Birthday surprise for Spilsby theatre

They say its your birthday, well its my birthday too, yeah... Sally and Chris with the Henry Edward Kendall book. EMN-170604-143154001
They say its your birthday, well its my birthday too, yeah... Sally and Chris with the Henry Edward Kendall book. EMN-170604-143154001
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An exact age has been revealed for Spilsby Theatre – and in an extraordinary twist of fate the ‘birthday’ was discovered on the building’s 190th birthday and as a result of a birthday party held at the venue the previous evening.

The team behind Spilsby Theatre believed construction on the Grade II listed building was completed between 1824 and 1826.

This was, however, until Raithby by Spilsby couple Sally and Chris Cave attended a birthday party at the theatre on Saturday, April 1.

Sally, 41, and Chris, 37, told volunteers they found a book about the building when they moved into their home 10 years ago.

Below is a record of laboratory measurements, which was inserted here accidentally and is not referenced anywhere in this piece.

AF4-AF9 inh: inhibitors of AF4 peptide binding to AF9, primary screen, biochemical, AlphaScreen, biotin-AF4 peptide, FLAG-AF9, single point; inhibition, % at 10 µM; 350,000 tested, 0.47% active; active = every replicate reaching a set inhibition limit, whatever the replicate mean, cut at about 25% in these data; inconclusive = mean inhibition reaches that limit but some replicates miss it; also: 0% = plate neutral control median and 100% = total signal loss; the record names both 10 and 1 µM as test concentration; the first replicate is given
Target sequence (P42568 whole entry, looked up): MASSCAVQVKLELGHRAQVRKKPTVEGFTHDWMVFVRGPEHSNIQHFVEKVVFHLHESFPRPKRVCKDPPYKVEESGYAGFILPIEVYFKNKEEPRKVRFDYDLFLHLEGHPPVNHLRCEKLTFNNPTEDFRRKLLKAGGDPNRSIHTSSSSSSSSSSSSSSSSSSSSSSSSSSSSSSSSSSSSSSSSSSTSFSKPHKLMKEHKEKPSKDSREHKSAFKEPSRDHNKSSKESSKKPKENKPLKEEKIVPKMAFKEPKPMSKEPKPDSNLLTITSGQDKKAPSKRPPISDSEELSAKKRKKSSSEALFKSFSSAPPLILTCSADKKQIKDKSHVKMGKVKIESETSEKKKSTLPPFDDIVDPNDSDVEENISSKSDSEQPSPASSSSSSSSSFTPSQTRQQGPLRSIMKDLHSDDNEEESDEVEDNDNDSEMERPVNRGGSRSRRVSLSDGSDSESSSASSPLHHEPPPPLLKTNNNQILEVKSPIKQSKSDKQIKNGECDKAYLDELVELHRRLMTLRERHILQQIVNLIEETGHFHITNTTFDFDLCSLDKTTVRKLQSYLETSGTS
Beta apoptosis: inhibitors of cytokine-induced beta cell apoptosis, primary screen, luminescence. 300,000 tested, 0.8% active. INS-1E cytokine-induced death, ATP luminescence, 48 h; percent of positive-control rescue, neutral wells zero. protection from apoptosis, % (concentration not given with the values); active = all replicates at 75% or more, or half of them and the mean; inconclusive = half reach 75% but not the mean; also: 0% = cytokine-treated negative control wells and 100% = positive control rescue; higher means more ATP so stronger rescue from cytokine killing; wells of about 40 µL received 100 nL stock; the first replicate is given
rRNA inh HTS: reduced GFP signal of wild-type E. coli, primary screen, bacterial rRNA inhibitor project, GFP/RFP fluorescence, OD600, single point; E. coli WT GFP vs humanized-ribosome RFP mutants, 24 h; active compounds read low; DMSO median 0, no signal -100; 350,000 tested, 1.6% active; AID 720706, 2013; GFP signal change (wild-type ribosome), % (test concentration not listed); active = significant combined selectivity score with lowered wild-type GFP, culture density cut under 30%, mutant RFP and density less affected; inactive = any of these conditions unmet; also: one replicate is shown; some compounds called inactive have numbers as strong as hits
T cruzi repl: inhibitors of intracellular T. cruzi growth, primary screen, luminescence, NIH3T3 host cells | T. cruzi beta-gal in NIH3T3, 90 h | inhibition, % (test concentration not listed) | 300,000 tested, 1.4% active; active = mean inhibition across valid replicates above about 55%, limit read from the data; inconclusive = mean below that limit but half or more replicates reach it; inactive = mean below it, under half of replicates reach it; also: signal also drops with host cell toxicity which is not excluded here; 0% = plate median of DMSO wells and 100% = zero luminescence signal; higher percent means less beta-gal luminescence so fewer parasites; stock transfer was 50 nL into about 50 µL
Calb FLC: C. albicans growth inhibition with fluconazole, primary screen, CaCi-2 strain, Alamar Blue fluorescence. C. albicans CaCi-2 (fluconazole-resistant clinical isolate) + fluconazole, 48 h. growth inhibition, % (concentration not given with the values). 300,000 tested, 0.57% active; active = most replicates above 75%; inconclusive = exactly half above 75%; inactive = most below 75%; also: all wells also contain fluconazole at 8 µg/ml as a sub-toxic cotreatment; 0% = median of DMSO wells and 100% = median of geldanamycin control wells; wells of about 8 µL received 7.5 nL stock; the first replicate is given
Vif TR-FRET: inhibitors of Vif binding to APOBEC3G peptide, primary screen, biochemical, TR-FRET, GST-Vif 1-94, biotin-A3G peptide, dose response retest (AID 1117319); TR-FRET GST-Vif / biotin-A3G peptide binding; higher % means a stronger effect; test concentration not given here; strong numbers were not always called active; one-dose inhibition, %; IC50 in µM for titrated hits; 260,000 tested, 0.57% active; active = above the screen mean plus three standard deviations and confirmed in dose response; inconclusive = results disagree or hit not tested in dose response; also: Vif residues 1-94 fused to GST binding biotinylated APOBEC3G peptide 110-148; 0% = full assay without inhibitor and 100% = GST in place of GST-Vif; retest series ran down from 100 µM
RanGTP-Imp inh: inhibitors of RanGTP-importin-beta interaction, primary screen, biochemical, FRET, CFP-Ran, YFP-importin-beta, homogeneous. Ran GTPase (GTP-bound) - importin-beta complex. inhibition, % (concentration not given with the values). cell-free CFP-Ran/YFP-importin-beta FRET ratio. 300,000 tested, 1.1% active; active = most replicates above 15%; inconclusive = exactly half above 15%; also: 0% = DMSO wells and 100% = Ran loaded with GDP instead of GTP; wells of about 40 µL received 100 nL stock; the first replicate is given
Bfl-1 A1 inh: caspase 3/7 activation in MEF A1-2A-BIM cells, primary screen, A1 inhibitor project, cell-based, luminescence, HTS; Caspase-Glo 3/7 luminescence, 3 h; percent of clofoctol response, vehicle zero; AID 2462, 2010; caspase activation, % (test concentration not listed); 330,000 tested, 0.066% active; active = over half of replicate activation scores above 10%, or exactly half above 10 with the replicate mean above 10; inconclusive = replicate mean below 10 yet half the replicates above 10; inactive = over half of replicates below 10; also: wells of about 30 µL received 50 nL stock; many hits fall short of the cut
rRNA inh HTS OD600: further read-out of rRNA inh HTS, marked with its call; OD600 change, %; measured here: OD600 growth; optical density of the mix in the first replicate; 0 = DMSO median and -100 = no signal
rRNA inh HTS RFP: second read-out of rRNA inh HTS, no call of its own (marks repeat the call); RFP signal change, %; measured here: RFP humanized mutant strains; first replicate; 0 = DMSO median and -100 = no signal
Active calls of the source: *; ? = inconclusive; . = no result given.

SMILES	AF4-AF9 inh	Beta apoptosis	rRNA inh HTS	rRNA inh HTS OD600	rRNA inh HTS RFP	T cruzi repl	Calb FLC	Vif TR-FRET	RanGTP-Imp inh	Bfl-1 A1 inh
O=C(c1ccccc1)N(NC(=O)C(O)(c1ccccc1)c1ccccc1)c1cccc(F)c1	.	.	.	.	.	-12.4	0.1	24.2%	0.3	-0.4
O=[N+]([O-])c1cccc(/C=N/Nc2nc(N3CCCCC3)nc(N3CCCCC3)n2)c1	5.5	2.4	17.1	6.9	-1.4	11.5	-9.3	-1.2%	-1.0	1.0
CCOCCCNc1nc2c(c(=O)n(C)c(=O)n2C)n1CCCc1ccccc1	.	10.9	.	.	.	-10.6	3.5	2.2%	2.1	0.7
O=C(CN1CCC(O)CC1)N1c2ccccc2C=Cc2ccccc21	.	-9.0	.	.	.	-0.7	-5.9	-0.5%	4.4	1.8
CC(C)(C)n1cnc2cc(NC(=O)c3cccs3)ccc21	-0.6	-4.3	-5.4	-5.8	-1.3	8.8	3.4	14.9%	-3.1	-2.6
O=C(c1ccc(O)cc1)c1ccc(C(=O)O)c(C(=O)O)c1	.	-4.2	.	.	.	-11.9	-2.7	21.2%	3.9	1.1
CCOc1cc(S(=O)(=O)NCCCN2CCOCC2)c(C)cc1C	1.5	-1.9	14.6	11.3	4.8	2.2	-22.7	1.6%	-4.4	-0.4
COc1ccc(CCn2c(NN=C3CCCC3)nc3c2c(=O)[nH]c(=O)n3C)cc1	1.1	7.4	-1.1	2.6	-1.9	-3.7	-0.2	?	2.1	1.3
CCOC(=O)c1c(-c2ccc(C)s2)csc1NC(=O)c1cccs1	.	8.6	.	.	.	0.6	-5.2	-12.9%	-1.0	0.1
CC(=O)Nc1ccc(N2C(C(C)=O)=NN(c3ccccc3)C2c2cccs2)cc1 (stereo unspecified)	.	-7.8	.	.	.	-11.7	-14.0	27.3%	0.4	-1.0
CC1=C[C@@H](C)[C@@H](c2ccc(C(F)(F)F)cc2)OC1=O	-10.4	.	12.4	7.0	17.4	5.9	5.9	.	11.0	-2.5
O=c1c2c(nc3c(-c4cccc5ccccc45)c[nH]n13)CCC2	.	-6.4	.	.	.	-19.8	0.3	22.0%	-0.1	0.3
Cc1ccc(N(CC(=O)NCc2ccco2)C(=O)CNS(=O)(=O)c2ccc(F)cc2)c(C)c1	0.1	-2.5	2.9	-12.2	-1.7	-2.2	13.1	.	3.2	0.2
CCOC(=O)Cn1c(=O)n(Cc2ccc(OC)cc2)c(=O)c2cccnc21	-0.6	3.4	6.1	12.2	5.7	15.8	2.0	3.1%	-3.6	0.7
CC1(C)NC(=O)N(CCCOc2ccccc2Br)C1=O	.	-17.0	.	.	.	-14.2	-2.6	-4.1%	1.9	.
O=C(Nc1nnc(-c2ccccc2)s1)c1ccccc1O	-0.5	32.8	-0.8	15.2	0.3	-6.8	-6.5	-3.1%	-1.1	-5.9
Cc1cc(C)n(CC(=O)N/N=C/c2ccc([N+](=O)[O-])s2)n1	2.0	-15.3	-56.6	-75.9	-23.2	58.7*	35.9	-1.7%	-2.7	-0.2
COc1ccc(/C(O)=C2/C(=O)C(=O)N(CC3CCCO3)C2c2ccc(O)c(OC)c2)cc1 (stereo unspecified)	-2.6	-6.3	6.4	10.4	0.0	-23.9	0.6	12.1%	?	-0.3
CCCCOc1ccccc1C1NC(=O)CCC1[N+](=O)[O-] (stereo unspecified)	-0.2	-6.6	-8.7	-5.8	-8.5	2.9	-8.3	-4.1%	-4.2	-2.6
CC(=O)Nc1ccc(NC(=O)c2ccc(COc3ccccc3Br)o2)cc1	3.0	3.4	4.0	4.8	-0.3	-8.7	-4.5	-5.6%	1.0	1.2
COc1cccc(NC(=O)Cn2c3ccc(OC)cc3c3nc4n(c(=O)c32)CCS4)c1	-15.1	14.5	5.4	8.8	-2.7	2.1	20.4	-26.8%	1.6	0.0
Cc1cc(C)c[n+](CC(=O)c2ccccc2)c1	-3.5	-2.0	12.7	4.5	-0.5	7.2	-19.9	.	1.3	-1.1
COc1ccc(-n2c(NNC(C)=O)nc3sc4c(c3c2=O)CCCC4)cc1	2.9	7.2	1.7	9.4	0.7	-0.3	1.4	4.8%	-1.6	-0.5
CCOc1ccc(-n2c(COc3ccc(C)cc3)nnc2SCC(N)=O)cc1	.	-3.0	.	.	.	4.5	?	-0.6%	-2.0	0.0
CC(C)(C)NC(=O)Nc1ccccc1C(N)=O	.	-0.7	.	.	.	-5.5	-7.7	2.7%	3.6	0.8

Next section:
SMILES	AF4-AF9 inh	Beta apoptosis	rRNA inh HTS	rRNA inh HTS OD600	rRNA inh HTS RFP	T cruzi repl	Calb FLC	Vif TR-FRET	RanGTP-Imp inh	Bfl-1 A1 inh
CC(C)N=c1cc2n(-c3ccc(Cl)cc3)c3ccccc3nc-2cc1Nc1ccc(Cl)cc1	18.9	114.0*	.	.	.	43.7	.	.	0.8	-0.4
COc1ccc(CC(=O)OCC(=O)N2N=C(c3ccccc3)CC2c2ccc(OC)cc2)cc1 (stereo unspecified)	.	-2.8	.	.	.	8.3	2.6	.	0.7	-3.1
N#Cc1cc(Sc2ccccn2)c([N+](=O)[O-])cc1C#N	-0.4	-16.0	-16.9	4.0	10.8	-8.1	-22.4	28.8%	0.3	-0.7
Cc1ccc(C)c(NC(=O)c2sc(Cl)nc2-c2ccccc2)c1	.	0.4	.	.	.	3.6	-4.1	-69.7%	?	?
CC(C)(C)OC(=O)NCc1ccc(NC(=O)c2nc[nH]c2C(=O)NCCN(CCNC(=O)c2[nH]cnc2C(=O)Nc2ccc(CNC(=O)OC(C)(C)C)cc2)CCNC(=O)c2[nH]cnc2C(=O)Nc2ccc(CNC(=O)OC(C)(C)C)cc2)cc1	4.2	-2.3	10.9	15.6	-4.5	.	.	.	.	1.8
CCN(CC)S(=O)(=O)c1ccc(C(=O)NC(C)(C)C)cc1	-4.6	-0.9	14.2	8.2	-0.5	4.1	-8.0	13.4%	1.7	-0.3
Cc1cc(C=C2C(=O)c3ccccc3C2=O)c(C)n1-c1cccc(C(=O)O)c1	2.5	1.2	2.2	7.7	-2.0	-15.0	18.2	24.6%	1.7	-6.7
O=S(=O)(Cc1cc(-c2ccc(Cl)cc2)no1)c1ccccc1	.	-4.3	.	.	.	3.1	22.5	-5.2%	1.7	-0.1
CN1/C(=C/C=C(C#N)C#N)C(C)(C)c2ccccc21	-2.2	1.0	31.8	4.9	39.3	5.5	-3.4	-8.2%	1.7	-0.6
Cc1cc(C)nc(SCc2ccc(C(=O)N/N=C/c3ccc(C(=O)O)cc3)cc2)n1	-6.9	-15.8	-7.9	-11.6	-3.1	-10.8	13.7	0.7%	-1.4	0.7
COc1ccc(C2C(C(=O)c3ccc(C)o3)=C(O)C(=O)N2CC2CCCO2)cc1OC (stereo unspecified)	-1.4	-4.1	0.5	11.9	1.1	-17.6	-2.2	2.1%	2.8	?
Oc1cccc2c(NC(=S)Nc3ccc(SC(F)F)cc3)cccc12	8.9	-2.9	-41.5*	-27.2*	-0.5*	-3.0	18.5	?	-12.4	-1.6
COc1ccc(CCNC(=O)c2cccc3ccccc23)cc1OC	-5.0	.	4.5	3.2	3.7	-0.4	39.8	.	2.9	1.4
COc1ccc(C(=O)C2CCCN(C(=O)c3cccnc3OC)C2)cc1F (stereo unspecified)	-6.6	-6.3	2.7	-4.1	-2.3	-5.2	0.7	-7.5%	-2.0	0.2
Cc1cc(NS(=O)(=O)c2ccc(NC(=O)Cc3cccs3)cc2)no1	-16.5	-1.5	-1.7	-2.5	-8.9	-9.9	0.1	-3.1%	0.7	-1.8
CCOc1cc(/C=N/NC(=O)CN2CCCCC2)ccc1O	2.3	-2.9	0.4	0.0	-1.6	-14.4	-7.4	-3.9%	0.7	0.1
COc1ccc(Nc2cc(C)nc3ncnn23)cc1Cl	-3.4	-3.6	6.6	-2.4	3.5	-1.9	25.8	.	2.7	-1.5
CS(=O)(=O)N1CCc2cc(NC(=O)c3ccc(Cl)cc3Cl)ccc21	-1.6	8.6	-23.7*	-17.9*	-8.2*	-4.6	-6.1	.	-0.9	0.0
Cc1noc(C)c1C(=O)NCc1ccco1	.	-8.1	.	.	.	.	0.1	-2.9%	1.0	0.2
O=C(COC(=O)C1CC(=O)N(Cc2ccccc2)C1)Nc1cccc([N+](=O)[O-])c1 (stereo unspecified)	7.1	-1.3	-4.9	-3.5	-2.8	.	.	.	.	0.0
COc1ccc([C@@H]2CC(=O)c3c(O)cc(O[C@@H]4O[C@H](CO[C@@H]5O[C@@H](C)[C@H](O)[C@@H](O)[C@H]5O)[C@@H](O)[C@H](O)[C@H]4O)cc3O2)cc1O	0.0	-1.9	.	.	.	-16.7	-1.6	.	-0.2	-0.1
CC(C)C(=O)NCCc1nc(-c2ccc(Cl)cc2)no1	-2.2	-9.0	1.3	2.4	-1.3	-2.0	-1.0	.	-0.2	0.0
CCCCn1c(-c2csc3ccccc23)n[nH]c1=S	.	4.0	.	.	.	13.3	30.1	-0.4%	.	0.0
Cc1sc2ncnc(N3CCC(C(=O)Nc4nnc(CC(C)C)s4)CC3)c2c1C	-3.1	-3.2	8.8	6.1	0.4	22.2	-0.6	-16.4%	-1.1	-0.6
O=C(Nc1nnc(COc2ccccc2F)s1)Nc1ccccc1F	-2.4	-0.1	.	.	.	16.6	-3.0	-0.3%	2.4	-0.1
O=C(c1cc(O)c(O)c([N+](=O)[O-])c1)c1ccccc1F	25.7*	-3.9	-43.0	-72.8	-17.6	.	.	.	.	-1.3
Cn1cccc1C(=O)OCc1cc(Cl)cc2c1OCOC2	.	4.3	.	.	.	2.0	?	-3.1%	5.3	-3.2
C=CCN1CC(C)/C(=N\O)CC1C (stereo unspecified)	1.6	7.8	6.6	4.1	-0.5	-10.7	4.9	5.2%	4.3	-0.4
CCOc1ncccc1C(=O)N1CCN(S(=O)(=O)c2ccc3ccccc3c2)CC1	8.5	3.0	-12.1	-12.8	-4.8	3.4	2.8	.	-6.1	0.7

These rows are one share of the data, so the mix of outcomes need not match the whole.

The house was previously occupied by Phil Stokes, who converted the former prison and courthouse into a theatre in 1984.

He had left behind a book belonging to Henry Edward Kendall, an architect who designed the building.

It revealed construction at the venue ended on Monday, April 2, 1827.

Sally said: “I had forgotten all about it. I feel bad that we haven’t taken it down to them sooner.”

On Sunday, April 2, Sally and Chris gave the book to the organisation behind Spilsby Theatre, the Sessions House Community Interest Company.

Bruce Knight, a director, said: “It gives us something to aim for, a 200th birthday, a celebration of heritage, community and culture on April 2, 2027.”

The book has come at a good time for Spilsby Theatre, as they are in talks with The Heritage Lottery Fund about regeneration plans.

Cat Henton, another director of CIC, said: “During their visit, the Lottery representatives, who loved the building and were impressed with our project, commented on how it would be helpful for us to discover more about the town’s important heritage site.”